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Home / India News / Coronavirus: What legal action can govt take against violators of prohibitory orders?

Coronavirus: What legal action can govt take against violators of prohibitory orders?

The central government on Monday also issued a direction to states to strictly enforce the lockdown and take legal action against violators.

india Updated: Mar 23, 2020 18:21 IST
HT Correspondent
HT Correspondent
Hindustan Times, New Delhi
Traffic police checking due to Covid 19 pandemic at Bhandup in Mumbai on March 23, 2020.
Traffic police checking due to Covid 19 pandemic at Bhandup in Mumbai on March 23, 2020.(Pratik Chorge/HT Photo)

The central and state governments on Sunday placed 80 districts in the country under lockdown to deal with the coronavirus threat.

The central government on Monday also issued a direction to states to strictly enforce the lockdown and take legal action against violators.

The lockdown has been imposed by various state governments under the Epidemic Diseases Act, which is a colonial law enacted in 1897.

Section 2 of the Epidemic Diseases Act empowers state governments to prescribe measures and regulations to deal with outbreak of any dangerous epidemic disease.

Such measures include inspection of persons travelling by railway or other modes of transport, and segregation, in hospitals, temporary accommodation or other places, of persons suspected by the inspecting officer of being infected with any such disease.

Various states governments have invoked this law to impose regulations and take measures to deal with the threat of coronavirus.

The violation of any rule or regulation under the Epidemic Diseases Act is punishable as per Section 188 of the Indian Penal Code (IPC).

Section 188 of the IPC states that any person who disobeys an order given by a public servant will be punished with imprisonment upto 1 month.

Thus, the Epidemic Diseases Act combined with Section 188 of IPC can result in 6 months imprisonment.

Besides the Epidemic Diseases Act, the IPC itself has enough standalone provisions to punish those who indulge in negligent acts which are likely to spread infectious diseases or those who break quarantine.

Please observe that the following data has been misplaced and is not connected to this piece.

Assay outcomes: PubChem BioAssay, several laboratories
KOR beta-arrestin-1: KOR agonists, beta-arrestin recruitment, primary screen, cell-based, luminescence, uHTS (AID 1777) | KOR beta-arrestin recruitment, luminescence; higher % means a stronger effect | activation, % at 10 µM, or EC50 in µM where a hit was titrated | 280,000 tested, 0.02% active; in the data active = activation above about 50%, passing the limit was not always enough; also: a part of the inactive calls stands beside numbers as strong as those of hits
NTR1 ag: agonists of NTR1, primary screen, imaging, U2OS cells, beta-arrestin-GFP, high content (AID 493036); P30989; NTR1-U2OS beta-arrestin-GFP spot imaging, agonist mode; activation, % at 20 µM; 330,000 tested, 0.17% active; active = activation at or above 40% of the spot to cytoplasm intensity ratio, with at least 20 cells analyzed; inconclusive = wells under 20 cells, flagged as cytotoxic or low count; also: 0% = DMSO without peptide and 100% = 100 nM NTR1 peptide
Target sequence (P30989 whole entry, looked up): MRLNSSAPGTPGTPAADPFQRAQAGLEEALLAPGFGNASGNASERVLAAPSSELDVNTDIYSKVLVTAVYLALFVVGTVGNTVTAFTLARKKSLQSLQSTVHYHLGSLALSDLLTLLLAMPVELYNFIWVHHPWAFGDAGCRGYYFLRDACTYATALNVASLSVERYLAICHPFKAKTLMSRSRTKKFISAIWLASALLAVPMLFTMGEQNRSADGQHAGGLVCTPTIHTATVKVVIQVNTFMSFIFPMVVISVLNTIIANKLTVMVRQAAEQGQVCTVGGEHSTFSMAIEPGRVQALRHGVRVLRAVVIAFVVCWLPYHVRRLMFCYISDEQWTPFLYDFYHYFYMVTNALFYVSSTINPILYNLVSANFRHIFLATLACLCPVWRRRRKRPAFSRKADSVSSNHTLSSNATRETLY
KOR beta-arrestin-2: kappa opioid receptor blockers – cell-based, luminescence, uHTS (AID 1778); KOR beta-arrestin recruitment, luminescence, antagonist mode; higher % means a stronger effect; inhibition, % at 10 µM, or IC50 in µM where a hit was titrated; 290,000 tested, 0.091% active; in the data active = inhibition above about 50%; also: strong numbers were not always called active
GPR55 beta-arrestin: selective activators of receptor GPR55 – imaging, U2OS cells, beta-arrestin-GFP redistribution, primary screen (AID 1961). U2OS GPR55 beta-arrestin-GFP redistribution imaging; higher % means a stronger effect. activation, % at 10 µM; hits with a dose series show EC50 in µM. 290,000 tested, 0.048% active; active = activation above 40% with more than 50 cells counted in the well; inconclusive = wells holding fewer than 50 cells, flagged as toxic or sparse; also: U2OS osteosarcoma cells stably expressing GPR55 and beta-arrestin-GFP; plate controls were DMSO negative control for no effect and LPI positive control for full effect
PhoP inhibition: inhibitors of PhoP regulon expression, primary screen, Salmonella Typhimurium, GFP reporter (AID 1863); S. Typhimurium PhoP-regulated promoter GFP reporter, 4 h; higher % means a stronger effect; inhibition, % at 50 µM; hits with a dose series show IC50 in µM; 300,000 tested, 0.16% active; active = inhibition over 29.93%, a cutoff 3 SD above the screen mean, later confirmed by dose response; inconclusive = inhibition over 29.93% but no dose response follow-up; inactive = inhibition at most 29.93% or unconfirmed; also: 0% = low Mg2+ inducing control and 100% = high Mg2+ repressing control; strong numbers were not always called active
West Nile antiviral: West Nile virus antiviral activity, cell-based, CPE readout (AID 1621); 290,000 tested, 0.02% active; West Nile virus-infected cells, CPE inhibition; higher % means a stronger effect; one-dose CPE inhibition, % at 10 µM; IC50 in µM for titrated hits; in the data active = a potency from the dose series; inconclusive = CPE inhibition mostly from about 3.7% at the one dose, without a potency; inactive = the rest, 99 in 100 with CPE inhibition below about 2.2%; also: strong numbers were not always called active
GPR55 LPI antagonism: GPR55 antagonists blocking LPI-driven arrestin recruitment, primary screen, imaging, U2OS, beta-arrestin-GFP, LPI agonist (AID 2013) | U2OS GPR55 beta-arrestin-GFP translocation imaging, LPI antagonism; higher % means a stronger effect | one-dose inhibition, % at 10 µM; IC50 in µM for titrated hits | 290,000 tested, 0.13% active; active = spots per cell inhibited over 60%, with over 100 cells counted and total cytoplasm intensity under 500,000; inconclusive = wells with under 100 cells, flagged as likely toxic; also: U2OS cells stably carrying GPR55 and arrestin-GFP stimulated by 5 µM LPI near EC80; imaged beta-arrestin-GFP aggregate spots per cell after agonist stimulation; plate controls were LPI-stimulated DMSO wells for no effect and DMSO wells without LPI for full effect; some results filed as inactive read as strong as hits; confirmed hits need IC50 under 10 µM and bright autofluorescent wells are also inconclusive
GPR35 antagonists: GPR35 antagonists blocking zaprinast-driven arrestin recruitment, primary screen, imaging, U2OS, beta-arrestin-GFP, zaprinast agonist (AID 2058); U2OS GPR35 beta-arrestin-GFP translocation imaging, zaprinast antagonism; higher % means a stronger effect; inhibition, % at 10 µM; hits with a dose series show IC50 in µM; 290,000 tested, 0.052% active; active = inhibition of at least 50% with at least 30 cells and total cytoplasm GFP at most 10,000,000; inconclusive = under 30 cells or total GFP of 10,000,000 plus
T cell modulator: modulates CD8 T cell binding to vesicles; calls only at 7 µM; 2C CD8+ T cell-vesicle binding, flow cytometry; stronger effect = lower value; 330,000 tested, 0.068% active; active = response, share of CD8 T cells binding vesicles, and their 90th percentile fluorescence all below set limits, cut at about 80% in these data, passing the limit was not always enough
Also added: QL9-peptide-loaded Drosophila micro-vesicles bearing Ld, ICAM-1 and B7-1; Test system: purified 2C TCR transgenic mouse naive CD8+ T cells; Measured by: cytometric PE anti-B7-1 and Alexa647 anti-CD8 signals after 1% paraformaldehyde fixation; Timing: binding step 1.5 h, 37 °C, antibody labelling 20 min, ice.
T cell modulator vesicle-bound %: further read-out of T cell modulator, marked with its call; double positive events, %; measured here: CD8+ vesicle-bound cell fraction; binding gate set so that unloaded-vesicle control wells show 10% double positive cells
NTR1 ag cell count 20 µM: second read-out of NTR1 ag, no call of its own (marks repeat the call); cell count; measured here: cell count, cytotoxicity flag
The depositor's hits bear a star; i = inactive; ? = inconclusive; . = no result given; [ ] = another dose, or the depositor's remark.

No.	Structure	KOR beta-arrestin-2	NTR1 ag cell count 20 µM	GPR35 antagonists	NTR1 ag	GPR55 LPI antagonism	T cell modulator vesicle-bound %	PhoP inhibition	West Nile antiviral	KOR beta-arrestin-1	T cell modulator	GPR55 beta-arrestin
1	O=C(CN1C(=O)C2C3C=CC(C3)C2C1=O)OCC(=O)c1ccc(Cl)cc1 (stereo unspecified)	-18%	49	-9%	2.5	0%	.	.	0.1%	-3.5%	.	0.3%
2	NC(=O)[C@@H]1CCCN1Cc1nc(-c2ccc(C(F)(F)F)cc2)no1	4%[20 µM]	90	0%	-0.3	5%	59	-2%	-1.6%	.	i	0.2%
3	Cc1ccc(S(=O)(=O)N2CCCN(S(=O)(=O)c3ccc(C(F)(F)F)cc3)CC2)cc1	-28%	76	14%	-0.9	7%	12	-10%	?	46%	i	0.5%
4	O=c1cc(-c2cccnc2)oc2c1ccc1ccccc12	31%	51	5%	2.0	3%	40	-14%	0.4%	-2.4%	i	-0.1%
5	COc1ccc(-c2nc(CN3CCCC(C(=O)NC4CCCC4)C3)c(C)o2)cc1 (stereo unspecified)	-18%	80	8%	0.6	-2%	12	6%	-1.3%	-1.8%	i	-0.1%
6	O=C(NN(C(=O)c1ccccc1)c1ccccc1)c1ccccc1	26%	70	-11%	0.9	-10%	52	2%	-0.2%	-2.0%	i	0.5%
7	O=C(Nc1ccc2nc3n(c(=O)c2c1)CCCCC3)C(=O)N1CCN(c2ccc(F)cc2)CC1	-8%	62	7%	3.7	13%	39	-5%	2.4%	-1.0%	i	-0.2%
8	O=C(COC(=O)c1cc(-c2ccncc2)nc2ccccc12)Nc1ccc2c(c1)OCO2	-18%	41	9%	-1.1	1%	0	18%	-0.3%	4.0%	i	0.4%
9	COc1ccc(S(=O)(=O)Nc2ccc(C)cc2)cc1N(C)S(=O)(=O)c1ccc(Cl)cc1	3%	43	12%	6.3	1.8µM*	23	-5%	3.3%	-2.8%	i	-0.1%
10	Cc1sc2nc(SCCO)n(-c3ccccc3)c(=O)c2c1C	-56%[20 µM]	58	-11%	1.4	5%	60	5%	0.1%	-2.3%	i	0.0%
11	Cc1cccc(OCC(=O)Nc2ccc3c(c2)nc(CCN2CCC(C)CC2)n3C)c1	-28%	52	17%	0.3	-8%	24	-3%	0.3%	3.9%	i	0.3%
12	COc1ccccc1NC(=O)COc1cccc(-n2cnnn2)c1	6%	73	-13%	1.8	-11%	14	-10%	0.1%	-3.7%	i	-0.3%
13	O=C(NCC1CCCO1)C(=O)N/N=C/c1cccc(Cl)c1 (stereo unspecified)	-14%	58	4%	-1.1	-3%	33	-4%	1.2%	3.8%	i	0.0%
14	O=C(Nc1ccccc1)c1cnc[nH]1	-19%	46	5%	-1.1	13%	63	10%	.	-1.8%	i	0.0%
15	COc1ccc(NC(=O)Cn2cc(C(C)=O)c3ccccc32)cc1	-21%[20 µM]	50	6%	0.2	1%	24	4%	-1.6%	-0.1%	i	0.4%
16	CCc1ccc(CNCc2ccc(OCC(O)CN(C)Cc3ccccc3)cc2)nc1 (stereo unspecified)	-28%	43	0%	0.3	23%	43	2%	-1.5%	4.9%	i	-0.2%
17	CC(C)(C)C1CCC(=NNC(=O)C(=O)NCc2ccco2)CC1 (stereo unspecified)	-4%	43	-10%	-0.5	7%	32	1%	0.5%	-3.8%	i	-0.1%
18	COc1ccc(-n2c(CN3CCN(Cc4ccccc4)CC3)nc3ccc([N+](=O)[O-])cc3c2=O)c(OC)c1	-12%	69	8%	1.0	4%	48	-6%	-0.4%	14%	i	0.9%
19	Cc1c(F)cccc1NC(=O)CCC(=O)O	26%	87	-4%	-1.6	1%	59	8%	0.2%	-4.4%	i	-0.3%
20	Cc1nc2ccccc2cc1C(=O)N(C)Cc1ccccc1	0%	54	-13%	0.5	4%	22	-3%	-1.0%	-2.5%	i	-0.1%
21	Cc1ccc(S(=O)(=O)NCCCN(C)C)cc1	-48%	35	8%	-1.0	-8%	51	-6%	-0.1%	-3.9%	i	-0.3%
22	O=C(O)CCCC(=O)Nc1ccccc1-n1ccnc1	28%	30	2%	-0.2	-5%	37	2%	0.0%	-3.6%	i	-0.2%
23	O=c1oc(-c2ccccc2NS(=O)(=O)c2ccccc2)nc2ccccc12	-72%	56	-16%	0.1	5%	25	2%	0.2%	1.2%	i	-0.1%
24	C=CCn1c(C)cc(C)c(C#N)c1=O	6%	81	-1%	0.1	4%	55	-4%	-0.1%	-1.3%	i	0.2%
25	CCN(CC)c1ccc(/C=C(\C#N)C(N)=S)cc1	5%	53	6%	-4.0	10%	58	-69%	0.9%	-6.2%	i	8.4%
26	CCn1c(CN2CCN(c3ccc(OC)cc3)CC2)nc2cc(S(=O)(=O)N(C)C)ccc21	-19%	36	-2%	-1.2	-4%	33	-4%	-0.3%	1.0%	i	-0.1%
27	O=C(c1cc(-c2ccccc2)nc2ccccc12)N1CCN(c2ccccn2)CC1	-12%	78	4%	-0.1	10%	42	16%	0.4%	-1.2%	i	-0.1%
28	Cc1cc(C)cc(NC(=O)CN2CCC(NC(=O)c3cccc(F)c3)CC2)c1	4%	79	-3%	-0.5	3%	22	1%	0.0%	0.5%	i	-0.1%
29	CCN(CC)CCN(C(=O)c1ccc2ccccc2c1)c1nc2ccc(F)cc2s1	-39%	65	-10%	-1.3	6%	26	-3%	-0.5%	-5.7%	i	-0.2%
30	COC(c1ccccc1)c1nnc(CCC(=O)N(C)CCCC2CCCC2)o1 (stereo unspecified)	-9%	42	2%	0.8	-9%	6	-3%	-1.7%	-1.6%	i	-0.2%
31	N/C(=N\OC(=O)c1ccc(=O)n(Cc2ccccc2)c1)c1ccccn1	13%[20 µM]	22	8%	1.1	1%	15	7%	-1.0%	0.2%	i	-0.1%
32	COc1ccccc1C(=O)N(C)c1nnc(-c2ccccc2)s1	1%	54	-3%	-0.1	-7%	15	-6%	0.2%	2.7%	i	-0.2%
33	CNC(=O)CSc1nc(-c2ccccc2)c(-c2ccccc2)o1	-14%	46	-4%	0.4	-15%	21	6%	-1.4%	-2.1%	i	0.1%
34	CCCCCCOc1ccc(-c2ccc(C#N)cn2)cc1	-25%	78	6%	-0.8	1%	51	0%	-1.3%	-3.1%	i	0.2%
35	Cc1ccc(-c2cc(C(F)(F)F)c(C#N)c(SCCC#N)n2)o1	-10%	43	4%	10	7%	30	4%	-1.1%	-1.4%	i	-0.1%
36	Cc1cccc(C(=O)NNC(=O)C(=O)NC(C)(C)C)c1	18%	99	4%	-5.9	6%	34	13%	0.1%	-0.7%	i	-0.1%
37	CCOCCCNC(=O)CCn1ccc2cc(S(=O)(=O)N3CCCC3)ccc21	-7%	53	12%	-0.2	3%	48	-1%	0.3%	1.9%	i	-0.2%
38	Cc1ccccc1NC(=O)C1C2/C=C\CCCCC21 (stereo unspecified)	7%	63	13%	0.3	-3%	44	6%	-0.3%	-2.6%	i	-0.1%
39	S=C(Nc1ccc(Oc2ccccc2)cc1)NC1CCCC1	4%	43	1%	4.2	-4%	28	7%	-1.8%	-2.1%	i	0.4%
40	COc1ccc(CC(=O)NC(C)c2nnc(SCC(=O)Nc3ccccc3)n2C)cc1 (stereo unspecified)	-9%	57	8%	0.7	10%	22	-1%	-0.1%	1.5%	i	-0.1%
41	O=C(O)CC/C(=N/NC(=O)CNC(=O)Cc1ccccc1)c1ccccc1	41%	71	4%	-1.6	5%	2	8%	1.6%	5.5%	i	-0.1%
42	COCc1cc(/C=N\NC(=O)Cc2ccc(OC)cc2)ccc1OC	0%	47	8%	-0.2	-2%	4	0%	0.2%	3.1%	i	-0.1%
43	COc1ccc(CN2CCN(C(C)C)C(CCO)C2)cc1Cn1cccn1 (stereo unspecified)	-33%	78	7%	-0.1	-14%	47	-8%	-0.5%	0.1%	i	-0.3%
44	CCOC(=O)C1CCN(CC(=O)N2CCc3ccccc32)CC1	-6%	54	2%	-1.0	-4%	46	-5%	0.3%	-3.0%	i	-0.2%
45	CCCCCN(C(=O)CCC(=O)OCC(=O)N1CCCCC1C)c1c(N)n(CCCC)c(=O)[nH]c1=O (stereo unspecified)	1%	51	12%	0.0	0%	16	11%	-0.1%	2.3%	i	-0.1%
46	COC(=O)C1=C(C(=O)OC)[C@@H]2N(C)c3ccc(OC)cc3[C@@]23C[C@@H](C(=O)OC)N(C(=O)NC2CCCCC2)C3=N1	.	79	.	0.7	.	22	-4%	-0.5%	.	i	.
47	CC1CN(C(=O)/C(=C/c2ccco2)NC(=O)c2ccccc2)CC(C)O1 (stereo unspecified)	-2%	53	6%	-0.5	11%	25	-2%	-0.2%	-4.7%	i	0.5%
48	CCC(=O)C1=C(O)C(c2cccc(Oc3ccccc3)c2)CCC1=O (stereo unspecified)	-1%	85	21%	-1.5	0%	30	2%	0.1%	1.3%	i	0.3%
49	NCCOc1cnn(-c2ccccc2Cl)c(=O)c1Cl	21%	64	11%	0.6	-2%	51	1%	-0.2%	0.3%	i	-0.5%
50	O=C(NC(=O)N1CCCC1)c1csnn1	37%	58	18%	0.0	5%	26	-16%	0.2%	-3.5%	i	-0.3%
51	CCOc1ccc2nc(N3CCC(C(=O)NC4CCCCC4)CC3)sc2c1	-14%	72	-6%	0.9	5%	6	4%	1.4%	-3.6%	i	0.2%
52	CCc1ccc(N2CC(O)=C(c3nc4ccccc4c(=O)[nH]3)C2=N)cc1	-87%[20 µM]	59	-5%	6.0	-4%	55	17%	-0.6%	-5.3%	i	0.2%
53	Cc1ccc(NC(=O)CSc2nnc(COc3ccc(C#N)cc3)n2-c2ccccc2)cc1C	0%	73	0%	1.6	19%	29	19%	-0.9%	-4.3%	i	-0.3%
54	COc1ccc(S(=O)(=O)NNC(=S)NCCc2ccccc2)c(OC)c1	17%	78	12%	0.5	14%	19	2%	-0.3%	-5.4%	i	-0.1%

Section 269 of the Indian Penal Code squarely covers cases where a person commits a negligent act which is likely to spread an infectious disease dangerous to life.

It states that anybody who does any unlawful or negligent act which he/she knows is likely to spread an infectious disease dangerous to life can be punished with imprisonment upto 6 months. Besides, a fine can also be imposed on such person.

Thus, violation of lockdown orders of the government authorities is punishable under this provision.

The significance of the provision is that the act which the person commits need not be unlawful per se. All that the provision requires is that the person committing the act should be aware that it is likely to spread coronavirus and yet went ahead with his act.

That is, there is no need of a law or government order declaring that anybody with coronavirus should not escape quarantine or that a person who has come in contact with a person who has coronavirus should quarantine him/herself.

The person can be booked under this provision, if he/she had reason to believe that such an act could lead to the spread of coronavirus and yet acted negligently.

Thus, even organsing large parties and events during such epidemic can also be brought under this provision.

In the 1902 case of Nidar Mal, a person who had stayed in a plague-stricken house and who had come in contact with a plague patient, travelled by train to a neighbouring city. He was held guilty under this provision.

Section 270 of IPC deals with an aggravated form of the offence discussed under Section 269. As per Section 270, anybody who does a malignant act which he/she knows is likely to spread an infectious disease dangerous to life can be punished with imprisonment upto two years or with a fine.

Thus, what differentiates this offence from the one under Section 269 is that the accused who does an act with a deliberate intention to cause harm is punishable under this provision.

Section 271 of IPC is another provision which is likely to come into play, particularly when a lockdown is in operation.

It makes flouting of quarantine rules punishable with six month imprisonment.

It states that if anybody who knowingly disobeys any rule made with the object of isolating places where an infectious disease prevails from other places, then the person will be guilty under the provision.